Who are you targeting with your marketing? If you are unable to provide a clear response to that question straight away, you must first define your target audience. Marketing that is effective caters to a specific clientele. Knowing who those people are can assist you in maximizing your marketing efforts. You'll be able to determine your target demographic and produce marketing that will blow their socks off with rigorous research and analysis.
One thing I've observed recently is that everyone is talking about making a company's marketing and operations 'customer-centric.' However, when it comes down to it, not many brands are executing it. It's a fantastic opportunity for a fast-moving brand to outperform the competition and reach new heights of success. According to the Peppers & Rogers Group's 2009 'Customer Experience Maturity Monitor' report (https://bit.ly/2CBu27m), 81 percent of organizations that give excellent customer experiences and satisfaction outperform their competition.
Every customer relationship lost, whether to a rival or otherwise, costs a smart business owner an average of $289 per year.
And if you believe you'll make up the difference with new customers, think again. It turns out that acquiring a new customer costs six to seven times more than keeping an old one.
Given below are a few ways to market to your right customer:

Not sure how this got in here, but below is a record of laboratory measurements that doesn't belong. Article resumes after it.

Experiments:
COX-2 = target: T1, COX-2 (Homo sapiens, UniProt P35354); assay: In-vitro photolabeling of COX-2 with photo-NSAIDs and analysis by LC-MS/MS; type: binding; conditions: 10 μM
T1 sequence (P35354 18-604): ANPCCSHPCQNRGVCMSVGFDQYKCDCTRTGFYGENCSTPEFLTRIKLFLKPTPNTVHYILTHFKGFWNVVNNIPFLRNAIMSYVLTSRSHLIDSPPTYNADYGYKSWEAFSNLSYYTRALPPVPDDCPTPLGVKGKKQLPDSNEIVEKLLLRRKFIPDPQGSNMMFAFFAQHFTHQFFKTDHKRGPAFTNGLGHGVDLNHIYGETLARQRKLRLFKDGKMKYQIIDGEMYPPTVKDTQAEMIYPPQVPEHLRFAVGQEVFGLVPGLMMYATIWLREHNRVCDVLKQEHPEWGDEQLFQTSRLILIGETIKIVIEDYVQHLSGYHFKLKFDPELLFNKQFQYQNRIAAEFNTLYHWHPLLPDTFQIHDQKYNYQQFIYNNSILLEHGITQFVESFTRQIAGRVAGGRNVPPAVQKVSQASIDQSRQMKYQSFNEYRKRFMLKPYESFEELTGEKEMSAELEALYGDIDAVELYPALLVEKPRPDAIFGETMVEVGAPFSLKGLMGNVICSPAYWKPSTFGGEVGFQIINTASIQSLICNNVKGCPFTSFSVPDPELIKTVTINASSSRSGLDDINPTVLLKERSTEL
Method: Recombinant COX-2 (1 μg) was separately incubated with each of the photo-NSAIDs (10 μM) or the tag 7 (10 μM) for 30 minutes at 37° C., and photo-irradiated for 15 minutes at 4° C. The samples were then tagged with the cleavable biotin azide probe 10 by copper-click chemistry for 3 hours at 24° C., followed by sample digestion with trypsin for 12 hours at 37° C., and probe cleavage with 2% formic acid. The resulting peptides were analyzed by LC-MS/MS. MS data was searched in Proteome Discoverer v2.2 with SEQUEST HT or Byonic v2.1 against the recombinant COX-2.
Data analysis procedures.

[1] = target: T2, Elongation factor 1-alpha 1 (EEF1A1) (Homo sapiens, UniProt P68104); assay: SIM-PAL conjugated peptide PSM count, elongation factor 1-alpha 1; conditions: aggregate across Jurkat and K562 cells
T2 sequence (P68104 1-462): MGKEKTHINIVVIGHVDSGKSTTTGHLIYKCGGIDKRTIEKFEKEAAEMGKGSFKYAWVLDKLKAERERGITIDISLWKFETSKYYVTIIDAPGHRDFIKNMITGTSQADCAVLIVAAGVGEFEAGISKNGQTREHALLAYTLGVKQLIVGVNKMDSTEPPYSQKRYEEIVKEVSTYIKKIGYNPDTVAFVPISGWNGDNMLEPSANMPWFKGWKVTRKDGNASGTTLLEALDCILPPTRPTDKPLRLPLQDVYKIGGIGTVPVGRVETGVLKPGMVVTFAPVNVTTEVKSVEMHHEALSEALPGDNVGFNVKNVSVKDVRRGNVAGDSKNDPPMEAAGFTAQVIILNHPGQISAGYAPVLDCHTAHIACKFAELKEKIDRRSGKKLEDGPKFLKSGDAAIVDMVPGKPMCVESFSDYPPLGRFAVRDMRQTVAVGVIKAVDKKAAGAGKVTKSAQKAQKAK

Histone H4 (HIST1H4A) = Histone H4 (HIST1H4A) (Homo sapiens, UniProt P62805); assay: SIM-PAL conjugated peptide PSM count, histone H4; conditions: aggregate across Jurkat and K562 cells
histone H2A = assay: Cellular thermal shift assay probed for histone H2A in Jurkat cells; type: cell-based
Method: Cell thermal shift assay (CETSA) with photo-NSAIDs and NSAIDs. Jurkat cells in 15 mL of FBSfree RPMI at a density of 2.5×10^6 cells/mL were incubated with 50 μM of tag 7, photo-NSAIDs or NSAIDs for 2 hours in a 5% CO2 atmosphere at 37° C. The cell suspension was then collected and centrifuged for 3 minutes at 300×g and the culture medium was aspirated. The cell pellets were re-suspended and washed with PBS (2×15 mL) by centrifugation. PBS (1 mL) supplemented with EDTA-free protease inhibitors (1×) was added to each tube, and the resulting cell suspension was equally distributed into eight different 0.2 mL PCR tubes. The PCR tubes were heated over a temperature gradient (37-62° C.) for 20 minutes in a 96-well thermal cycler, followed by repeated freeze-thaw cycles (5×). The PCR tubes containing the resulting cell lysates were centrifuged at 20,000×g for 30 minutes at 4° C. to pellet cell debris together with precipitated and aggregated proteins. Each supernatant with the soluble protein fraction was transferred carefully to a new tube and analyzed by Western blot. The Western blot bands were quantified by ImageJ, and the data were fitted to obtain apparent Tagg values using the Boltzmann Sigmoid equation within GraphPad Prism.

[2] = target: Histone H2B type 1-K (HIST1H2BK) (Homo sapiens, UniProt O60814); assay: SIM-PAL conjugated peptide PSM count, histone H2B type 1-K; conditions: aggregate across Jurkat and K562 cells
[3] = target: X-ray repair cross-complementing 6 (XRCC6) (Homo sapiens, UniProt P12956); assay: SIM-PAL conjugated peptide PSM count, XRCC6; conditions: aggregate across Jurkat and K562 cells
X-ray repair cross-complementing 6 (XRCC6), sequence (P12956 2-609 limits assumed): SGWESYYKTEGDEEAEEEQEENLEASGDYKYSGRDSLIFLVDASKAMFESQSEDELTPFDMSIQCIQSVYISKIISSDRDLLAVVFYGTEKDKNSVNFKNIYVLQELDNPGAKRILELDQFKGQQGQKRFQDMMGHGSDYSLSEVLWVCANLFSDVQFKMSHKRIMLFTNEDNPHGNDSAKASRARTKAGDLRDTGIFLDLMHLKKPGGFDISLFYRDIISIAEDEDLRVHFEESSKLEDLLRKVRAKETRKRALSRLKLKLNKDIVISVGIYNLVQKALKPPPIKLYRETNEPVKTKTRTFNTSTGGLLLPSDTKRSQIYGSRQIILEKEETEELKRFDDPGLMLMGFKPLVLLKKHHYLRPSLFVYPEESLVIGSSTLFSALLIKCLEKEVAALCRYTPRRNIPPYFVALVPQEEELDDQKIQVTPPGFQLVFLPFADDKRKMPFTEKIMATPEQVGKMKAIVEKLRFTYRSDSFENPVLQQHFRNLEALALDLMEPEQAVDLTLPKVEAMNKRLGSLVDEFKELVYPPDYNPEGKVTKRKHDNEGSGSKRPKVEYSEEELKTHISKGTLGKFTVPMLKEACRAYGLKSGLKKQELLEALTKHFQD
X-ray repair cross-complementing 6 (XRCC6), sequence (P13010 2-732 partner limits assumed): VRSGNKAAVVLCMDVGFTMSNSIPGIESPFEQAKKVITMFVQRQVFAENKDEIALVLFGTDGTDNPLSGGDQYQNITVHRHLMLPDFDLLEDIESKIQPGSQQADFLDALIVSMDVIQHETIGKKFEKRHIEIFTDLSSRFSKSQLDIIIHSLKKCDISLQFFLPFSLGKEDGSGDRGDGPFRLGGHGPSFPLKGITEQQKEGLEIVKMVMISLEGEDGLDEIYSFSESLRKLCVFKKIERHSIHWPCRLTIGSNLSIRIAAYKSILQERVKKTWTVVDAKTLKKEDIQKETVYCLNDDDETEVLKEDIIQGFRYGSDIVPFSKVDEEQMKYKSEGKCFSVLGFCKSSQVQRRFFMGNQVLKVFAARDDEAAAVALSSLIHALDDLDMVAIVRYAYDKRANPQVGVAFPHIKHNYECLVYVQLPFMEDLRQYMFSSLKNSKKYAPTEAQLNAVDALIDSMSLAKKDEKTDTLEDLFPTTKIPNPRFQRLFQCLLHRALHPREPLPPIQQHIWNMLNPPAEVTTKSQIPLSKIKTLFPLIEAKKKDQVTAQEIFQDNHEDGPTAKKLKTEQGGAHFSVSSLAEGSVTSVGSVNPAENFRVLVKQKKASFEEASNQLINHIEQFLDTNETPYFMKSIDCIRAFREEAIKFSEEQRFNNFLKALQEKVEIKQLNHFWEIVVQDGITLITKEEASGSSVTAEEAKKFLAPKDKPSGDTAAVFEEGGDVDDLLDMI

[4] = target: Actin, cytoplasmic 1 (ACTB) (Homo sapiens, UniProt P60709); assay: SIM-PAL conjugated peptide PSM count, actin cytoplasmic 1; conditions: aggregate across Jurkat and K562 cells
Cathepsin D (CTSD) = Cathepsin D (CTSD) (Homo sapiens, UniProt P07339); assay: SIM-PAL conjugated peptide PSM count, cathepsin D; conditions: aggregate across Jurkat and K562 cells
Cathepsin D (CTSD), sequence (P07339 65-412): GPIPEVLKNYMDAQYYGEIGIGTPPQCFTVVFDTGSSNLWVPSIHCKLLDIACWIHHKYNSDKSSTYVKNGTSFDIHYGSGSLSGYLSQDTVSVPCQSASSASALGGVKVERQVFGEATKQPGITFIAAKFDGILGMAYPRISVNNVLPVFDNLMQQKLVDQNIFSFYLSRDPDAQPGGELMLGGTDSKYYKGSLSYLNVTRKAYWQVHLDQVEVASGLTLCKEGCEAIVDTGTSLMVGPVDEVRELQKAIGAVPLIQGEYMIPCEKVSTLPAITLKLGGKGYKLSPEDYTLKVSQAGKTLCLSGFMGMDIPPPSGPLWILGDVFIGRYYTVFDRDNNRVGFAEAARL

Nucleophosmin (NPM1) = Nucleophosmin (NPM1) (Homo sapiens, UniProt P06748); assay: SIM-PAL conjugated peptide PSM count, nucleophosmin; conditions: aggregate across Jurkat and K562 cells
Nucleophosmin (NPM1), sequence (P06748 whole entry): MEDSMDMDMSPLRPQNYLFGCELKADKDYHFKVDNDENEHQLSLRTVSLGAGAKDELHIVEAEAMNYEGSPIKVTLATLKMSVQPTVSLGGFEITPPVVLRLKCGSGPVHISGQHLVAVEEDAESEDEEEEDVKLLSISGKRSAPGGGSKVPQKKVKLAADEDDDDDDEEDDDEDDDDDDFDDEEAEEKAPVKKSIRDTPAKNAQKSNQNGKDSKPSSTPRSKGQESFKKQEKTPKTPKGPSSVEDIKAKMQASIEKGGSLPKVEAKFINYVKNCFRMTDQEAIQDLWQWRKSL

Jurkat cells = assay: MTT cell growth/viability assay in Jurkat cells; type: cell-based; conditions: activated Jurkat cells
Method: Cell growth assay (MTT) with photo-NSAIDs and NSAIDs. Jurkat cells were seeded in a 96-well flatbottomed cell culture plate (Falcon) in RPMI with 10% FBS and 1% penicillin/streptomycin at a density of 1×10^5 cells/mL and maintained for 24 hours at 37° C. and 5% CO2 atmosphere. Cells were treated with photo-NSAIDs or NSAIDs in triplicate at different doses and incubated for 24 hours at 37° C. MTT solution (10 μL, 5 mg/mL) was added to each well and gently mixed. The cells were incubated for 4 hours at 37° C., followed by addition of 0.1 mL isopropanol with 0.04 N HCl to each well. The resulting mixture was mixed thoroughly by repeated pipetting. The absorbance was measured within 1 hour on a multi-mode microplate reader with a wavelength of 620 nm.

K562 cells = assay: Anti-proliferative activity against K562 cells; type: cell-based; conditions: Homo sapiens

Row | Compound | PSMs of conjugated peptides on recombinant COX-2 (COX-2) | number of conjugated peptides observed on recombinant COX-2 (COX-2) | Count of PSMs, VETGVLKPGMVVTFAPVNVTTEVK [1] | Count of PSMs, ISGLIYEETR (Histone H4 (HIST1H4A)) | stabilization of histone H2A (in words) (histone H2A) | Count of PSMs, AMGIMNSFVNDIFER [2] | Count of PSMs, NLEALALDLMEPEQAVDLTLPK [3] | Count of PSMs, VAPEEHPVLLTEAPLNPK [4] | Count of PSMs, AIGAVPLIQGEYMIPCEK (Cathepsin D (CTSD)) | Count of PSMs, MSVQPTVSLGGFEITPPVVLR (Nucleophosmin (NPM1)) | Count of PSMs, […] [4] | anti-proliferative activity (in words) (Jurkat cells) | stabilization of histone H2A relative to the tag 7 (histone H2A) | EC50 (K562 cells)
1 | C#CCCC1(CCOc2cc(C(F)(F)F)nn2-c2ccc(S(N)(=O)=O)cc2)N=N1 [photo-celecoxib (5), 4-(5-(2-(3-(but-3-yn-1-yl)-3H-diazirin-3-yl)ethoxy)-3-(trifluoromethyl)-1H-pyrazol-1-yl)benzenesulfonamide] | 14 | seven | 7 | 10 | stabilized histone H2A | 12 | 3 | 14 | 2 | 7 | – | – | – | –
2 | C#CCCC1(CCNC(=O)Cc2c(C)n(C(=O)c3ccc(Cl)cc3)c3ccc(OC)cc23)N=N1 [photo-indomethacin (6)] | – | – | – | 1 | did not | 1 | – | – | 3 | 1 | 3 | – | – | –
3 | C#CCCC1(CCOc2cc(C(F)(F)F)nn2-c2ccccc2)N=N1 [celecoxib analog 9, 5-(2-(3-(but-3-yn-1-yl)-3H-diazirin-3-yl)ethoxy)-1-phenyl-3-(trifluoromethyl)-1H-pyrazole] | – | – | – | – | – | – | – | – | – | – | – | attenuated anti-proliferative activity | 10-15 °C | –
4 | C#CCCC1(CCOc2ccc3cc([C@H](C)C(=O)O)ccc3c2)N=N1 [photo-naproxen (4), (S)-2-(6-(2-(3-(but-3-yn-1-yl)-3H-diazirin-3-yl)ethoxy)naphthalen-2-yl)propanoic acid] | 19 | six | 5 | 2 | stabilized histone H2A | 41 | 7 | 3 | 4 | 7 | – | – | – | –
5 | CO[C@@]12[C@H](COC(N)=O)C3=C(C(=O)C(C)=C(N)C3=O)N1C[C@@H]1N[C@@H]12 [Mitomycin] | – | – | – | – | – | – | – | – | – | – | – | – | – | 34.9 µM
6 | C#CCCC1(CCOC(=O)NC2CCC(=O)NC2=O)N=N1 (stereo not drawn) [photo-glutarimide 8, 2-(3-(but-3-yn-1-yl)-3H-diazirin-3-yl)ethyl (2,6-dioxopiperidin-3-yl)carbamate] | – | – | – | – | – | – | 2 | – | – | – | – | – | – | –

1) Survey Customers: If you don't have a consumer in mind, you won't be able to interact with them effectively. Survey current customers and members of your target market to see how you may improve the presentation of your product or service, as well as what features are currently missing.
According to Susan Melony, CEO of 'Cool Stuff', you should learn how to cast a wide net to catch those who you think might be interested in your product or service and utilize their information to help you design your brand to better resonate with your target market. You may start marketing once you know who your target audience is, where they hang out online, and what they respond to best.
2) Use email marketing to build a mailing list: A mailing list can assist a company offer rewards to customers or urging them to return. Email marketing keeps a company in front of customers, and it allows them to segment lists to target certain clients. A sporting goods manufacturer may segment their lead list to target a specific demographic, such as 18 to 24-year-olds while launching the latest in-line skates.
According to Max Hauer, CEO of 'Goflow', you can reach out to customers straight away with customized messages and offer them something in exchange for their time by implementing email automation. Customers are notified of deals or promotions, and instructions on how to use a product are shared, as well as industry education.
Customers can be encouraged to sign up for a newsletter by presenting them with a value proposition, such as:
- Get a free copy of my report.
- Sign up to receive our eBook.
- Subscribe to receive a 20% discount coupon.